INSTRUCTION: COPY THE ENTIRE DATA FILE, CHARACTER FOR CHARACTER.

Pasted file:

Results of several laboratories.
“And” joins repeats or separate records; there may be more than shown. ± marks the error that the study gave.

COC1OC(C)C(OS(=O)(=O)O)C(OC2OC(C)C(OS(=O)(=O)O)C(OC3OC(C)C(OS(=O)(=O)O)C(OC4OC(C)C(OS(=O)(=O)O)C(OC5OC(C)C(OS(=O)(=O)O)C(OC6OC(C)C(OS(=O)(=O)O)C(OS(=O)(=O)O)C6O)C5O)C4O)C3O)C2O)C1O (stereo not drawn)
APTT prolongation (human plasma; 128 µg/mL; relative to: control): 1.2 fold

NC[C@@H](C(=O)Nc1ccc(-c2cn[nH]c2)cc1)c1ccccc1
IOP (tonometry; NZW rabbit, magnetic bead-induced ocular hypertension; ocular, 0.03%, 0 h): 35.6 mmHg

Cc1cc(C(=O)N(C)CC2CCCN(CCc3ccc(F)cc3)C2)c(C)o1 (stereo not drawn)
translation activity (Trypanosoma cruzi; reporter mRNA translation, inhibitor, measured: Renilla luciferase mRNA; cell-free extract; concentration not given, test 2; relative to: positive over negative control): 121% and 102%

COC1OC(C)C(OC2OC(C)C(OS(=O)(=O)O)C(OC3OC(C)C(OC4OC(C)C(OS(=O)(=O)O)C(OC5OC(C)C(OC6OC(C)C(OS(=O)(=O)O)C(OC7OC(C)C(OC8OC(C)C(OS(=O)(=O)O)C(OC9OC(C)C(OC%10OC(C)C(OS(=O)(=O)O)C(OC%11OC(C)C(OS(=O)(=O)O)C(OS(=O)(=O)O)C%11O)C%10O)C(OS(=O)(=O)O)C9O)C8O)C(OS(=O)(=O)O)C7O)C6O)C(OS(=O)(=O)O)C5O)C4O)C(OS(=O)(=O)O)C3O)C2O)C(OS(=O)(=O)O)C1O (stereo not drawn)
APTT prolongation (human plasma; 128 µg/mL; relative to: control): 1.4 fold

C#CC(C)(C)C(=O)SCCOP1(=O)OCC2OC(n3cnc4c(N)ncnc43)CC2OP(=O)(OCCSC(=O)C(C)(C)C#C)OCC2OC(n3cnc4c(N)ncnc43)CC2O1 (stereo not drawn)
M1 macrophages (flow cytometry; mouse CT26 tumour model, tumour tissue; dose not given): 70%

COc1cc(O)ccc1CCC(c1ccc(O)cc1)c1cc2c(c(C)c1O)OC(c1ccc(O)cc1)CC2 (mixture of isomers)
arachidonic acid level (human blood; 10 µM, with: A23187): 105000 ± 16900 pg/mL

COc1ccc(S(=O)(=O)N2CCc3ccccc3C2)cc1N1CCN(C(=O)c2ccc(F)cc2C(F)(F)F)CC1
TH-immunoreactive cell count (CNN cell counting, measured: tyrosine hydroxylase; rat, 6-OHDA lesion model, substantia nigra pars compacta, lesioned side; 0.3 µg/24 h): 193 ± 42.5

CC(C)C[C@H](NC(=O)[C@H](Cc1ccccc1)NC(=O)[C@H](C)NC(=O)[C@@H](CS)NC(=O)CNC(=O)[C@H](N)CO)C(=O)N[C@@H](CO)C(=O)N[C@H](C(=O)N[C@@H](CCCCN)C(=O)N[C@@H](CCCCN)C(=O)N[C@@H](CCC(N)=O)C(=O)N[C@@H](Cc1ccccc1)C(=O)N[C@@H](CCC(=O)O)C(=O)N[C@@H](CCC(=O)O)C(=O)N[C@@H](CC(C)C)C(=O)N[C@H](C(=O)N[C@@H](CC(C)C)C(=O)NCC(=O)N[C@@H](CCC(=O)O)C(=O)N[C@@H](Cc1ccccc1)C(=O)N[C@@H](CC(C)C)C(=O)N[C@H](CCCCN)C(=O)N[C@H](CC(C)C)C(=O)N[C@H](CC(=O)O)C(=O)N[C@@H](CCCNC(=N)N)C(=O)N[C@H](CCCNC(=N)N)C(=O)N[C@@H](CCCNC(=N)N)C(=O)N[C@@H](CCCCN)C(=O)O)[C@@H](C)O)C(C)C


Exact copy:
Results of several laboratories.
“And” joins repeats or separate records; there may be more than shown. ± marks the error that the study gave.

COC1OC(C)C(OS(=O)(=O)O)C(OC2OC(C)C(OS(=O)(=O)O)C(OC3OC(C)C(OS(=O)(=O)O)C(OC4OC(C)C(OS(=O)(=O)O)C(OC5OC(C)C(OS(=O)(=O)O)C(OC6OC(C)C(OS(=O)(=O)O)C(OS(=O)(=O)O)C6O)C5O)C4O)C3O)C2O)C1O (stereo not drawn)
APTT prolongation (human plasma; 128 µg/mL; relative to: control): 1.2 fold

NC[C@@H](C(=O)Nc1ccc(-c2cn[nH]c2)cc1)c1ccccc1
IOP (tonometry; NZW rabbit, magnetic bead-induced ocular hypertension; ocular, 0.03%, 0 h): 35.6 mmHg

Cc1cc(C(=O)N(C)CC2CCCN(CCc3ccc(F)cc3)C2)c(C)o1 (stereo not drawn)
translation activity (Trypanosoma cruzi; reporter mRNA translation, inhibitor, measured: Renilla luciferase mRNA; cell-free extract; concentration not given, test 2; relative to: positive over negative control): 121% and 102%

COC1OC(C)C(OC2OC(C)C(OS(=O)(=O)O)C(OC3OC(C)C(OC4OC(C)C(OS(=O)(=O)O)C(OC5OC(C)C(OC6OC(C)C(OS(=O)(=O)O)C(OC7OC(C)C(OC8OC(C)C(OS(=O)(=O)O)C(OC9OC(C)C(OC%10OC(C)C(OS(=O)(=O)O)C(OC%11OC(C)C(OS(=O)(=O)O)C(OS(=O)(=O)O)C%11O)C%10O)C(OS(=O)(=O)O)C9O)C8O)C(OS(=O)(=O)O)C7O)C6O)C(OS(=O)(=O)O)C5O)C4O)C(OS(=O)(=O)O)C3O)C2O)C(OS(=O)(=O)O)C1O (stereo not drawn)
APTT prolongation (human plasma; 128 µg/mL; relative to: control): 1.4 fold

C#CC(C)(C)C(=O)SCCOP1(=O)OCC2OC(n3cnc4c(N)ncnc43)CC2OP(=O)(OCCSC(=O)C(C)(C)C#C)OCC2OC(n3cnc4c(N)ncnc43)CC2O1 (stereo not drawn)
M1 macrophages (flow cytometry; mouse CT26 tumour model, tumour tissue; dose not given): 70%

COc1cc(O)ccc1CCC(c1ccc(O)cc1)c1cc2c(c(C)c1O)OC(c1ccc(O)cc1)CC2 (mixture of isomers)
arachidonic acid level (human blood; 10 µM, with: A23187): 105000 ± 16900 pg/mL

COc1ccc(S(=O)(=O)N2CCc3ccccc3C2)cc1N1CCN(C(=O)c2ccc(F)cc2C(F)(F)F)CC1
TH-immunoreactive cell count (CNN cell counting, measured: tyrosine hydroxylase; rat, 6-OHDA lesion model, substantia nigra pars compacta, lesioned side; 0.3 µg/24 h): 193 ± 42.5

CC(C)C[C@H](NC(=O)[C@H](Cc1ccccc1)NC(=O)[C@H](C)NC(=O)[C@@H](CS)NC(=O)CNC(=O)[C@H](N)CO)C(=O)N[C@@H](CO)C(=O)N[C@H](C(=O)N[C@@H](CCCCN)C(=O)N[C@@H](CCCCN)C(=O)N[C@@H](CCC(N)=O)C(=O)N[C@@H](Cc1ccccc1)C(=O)N[C@@H](CCC(=O)O)C(=O)N[C@@H](CCC(=O)O)C(=O)N[C@@H](CC(C)C)C(=O)N[C@H](C(=O)N[C@@H](CC(C)C)C(=O)NCC(=O)N[C@@H](CCC(=O)O)C(=O)N[C@@H](Cc1ccccc1)C(=O)N[C@@H](CC(C)C)C(=O)N[C@H](CCCCN)C(=O)N[C@H](CC(C)C)C(=O)N[C@H](CC(=O)O)C(=O)N[C@@H](CCCNC(=N)N)C(=O)N[C@H](CCCNC(=N)N)C(=O)N[C@@H](CCCNC(=N)N)C(=O)N[C@@H](CCCCN)C(=O)O)[C@@H](C)O)C(C)C